Saturday, 1 April 2017

The puzzle of intellectual integration

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Have you ever wondered why so many people engage in patently counterproductive behaviour, the sort of behaviour that nobody can fail to view as foolish and irresponsible?

Consider these three examples: Individuals who routinely drive their car too fast, too dangerously, too aggressively. People who spend their earnings on frivolities, and fail to set any money aside for a rainy day. Persons who eat unhealthy food day after day, until they eventually fall sick.

Many of these people are bright, talented, and highly educated. They cannot fail to know that their behaviour is counterproductive: that they should not drive their car in ways that endanger other people's lives; that they should set some money aside for contingencies; that they should adopt a wholesome diet, and avoid unhealthy food.

And yet, these patterns repeat themselves on a large scale day in and day out: road accidents that should not  have happened, financial straights that could have been avoided, illness that could have been prevented.  

The key to solving the puzzle is a message that few people want to hear: intelligence is not enough, talent is not enough, education is not enough. All those factors remain inoperative whenever the human mind refuses to draw logical conclusions.

It is not enough to know arithmetic if you consciously or unconsciously refuse to put two and two together whenever the outcome becomes inconvenient. 

Life offers too many temptations to ignore the facts, too many occasions to deny uncomfortable truths. And yet, we all know that we will be better off in the long run if we push ourselves to do the right thing today.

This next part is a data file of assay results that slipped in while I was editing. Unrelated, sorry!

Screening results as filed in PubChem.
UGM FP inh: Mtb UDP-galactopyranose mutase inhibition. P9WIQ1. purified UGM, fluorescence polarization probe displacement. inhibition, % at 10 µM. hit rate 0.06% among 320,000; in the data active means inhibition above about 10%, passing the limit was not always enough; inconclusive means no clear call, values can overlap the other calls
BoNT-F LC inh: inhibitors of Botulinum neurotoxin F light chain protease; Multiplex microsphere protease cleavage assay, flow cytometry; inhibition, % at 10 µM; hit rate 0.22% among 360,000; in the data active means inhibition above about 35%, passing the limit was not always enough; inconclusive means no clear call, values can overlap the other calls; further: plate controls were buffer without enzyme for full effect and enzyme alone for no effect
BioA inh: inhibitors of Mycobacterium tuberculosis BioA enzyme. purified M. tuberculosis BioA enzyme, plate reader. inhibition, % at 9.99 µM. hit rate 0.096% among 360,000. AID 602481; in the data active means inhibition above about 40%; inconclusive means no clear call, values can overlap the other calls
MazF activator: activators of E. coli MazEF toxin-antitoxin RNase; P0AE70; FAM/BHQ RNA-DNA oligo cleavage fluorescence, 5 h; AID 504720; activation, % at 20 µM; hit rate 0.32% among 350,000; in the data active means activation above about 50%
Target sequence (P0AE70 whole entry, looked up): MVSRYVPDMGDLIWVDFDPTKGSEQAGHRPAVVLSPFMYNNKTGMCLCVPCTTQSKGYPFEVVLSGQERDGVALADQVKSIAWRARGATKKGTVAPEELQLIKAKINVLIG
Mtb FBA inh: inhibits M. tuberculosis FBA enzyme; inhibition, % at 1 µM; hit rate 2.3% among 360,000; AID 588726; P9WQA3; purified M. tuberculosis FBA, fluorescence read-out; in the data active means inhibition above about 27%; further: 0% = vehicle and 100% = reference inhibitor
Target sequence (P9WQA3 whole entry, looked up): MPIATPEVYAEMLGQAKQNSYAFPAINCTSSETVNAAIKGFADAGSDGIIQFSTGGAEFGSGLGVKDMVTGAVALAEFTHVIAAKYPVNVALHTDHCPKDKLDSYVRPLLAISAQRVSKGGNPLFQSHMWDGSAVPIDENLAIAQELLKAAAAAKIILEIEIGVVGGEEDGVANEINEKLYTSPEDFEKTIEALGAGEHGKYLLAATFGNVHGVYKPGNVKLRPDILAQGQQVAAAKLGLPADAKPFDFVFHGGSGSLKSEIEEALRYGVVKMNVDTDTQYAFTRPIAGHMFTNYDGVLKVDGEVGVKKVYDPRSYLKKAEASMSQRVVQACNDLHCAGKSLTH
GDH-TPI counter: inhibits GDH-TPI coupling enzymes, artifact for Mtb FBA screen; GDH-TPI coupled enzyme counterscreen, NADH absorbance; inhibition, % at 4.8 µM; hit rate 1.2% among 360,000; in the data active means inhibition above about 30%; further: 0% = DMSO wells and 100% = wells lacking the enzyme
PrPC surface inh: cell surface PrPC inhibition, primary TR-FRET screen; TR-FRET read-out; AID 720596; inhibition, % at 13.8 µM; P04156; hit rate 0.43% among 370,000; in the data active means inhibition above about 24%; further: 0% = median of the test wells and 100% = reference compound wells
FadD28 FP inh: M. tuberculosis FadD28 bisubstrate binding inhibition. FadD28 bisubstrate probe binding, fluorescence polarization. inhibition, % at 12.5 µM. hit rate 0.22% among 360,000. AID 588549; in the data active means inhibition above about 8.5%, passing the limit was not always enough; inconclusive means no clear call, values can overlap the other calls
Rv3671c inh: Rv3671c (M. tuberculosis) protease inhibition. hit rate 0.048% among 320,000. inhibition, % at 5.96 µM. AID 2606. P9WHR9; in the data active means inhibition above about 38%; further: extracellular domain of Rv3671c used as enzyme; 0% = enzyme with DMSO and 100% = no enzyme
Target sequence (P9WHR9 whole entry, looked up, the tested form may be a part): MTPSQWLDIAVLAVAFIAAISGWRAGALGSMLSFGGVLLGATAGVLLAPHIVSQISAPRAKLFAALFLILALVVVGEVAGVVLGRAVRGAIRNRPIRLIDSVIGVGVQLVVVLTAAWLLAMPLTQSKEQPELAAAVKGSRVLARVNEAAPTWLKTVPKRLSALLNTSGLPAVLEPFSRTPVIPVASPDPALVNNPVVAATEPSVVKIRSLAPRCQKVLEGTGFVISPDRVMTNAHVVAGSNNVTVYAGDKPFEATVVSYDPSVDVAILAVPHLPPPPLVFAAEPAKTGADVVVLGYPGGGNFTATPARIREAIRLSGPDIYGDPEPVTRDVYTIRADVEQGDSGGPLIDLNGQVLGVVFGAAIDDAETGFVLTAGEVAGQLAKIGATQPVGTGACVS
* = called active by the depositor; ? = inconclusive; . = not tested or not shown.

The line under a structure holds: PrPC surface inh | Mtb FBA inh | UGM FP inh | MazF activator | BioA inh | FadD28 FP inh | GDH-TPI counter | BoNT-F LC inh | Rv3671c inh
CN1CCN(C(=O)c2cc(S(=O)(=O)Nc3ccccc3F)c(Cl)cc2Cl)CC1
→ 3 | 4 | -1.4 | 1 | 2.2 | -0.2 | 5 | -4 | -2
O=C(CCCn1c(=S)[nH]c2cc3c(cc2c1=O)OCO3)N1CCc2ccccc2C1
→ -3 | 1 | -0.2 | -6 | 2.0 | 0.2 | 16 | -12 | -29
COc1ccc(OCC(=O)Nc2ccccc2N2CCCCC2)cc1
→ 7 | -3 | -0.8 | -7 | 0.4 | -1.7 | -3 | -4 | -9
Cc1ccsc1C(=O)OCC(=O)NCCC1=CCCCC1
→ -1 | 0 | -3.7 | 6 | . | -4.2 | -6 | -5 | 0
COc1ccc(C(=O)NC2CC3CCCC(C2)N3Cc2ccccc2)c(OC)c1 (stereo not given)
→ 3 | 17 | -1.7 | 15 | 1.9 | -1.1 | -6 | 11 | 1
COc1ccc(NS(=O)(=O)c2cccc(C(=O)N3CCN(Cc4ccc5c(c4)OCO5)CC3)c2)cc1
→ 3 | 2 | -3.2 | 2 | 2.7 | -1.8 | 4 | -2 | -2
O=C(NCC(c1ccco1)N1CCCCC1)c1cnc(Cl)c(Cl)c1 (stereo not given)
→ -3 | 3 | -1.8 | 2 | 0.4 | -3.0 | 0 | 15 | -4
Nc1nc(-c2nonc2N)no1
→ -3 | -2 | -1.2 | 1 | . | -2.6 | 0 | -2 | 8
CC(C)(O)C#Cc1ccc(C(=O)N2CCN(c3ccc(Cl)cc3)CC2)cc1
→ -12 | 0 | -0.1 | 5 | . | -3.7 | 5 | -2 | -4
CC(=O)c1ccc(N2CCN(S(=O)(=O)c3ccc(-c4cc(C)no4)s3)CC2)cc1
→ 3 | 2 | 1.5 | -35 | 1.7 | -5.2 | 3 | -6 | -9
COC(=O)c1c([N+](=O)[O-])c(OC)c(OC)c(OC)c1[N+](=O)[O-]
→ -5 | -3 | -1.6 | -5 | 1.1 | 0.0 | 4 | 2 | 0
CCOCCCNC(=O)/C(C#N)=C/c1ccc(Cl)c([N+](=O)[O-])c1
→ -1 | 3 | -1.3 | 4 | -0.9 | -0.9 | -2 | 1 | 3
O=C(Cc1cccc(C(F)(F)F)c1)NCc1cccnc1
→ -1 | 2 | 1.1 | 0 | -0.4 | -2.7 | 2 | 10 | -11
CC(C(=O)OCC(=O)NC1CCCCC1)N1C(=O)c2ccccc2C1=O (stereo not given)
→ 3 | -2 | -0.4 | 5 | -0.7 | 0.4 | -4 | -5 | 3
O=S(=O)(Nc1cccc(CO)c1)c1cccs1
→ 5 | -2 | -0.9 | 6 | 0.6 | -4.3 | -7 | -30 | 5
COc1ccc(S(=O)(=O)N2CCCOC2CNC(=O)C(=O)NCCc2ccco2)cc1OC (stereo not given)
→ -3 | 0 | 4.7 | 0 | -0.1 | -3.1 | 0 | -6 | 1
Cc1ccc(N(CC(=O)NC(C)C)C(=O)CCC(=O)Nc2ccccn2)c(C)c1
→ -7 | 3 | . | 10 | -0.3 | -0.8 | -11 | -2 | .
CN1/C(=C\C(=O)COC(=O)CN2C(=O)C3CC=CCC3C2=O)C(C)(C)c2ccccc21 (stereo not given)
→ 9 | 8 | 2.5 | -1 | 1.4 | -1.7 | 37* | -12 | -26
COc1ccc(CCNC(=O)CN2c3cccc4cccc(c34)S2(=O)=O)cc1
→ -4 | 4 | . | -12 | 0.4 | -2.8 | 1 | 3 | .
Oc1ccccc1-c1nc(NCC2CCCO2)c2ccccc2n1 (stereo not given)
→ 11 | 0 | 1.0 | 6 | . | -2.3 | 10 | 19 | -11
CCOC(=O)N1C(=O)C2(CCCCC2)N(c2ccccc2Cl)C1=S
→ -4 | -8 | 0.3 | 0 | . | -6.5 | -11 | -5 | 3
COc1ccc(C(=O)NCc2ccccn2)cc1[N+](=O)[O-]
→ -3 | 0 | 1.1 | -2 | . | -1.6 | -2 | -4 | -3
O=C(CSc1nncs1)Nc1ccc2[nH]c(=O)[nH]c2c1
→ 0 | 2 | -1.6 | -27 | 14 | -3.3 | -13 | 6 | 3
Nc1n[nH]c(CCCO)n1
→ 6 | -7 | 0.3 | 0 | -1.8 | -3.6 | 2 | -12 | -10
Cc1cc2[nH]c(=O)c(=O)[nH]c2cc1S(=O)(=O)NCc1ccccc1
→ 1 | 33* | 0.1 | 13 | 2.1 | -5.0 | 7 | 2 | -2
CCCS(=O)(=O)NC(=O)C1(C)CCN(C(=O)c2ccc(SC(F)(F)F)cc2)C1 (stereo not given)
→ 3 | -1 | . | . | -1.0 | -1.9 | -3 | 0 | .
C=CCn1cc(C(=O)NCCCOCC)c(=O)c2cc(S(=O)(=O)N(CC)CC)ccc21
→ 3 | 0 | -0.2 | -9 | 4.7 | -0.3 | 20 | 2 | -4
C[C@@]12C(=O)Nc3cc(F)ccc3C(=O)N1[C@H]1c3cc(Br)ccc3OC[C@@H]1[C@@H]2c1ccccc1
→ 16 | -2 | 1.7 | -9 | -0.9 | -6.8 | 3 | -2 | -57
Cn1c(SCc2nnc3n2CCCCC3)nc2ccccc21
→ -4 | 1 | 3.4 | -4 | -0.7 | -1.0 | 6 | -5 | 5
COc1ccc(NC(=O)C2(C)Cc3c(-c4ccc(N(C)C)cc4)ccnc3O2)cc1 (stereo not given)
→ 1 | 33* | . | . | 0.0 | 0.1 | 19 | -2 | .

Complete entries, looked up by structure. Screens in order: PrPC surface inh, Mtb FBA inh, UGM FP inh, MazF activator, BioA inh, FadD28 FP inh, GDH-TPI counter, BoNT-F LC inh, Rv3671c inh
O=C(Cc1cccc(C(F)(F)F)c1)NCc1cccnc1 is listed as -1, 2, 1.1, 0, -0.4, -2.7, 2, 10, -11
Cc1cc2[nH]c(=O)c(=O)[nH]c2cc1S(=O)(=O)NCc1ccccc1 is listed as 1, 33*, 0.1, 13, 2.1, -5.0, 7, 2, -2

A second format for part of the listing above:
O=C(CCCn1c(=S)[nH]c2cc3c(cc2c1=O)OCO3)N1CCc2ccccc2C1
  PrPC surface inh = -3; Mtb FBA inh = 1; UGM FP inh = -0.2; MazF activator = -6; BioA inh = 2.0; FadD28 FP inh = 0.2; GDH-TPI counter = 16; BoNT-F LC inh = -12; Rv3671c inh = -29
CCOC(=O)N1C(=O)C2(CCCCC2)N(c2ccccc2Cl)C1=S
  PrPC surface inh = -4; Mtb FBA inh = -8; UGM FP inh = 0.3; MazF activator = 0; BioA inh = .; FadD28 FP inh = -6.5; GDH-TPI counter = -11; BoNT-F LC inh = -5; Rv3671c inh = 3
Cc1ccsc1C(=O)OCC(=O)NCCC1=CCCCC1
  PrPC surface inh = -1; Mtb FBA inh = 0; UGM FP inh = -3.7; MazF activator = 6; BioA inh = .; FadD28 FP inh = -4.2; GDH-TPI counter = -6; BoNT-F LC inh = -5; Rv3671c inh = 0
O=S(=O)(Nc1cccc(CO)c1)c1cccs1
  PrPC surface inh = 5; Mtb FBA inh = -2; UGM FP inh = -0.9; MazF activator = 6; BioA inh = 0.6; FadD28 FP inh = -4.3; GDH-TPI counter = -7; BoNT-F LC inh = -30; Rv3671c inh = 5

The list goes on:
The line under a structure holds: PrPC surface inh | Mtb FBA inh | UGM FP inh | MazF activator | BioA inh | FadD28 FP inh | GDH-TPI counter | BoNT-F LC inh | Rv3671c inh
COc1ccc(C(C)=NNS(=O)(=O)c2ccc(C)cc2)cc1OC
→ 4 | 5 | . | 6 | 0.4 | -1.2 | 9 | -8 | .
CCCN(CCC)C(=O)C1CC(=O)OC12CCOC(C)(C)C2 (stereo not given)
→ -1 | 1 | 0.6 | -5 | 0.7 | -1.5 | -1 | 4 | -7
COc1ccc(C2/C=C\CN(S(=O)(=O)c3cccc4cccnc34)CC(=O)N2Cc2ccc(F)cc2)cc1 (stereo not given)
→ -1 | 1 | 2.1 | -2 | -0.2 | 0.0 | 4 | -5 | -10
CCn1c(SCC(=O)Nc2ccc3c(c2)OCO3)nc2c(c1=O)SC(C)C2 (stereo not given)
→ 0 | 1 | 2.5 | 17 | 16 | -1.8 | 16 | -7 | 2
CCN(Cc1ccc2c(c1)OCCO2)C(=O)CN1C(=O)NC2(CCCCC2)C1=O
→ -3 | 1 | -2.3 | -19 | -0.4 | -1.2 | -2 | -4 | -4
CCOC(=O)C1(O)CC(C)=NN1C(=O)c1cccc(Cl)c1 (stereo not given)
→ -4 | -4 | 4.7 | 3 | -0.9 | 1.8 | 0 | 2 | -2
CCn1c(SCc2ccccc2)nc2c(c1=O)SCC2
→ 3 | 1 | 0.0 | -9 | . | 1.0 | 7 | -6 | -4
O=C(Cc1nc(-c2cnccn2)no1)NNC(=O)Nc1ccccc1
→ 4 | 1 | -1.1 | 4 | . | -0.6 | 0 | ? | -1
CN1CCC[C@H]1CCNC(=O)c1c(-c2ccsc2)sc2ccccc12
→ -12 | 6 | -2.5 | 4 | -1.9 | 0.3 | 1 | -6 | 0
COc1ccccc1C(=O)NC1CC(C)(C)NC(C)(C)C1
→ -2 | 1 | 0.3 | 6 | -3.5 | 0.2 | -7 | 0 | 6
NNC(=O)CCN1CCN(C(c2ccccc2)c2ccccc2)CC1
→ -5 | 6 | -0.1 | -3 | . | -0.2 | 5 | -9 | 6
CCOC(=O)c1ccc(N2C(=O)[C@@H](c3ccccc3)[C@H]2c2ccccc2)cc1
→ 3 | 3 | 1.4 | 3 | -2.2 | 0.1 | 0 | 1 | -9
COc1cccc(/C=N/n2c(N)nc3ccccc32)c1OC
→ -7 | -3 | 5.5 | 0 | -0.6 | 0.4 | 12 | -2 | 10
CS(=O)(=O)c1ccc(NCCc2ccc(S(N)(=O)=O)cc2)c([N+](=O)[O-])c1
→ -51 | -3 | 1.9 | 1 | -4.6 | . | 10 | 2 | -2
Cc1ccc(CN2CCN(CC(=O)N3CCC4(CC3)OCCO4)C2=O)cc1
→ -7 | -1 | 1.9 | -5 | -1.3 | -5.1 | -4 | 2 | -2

The best way to protect yourself against those temptations is to adopt the habit of intellectual integration. If you adopt day after day the practice of accepting facts as they are, and drawing logical conclusions, you will spare yourself plenty of heartaches down the road. 

Intellectual integration is not a luxury, but the key to human survival, success, and happiness. Sadly, too many efforts are being devoted to look for excuses for counterproductive behaviour. Let us rather devote those efforts to doing the right thing from the start.

Text: http://johnvespasian.blogspot.com

Image: photograph of classical painting; photograph taken by John Vespasian, 2016.

For more information about rational living, I refer you to my books

 
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Here are the links to three interviews, just published:
  

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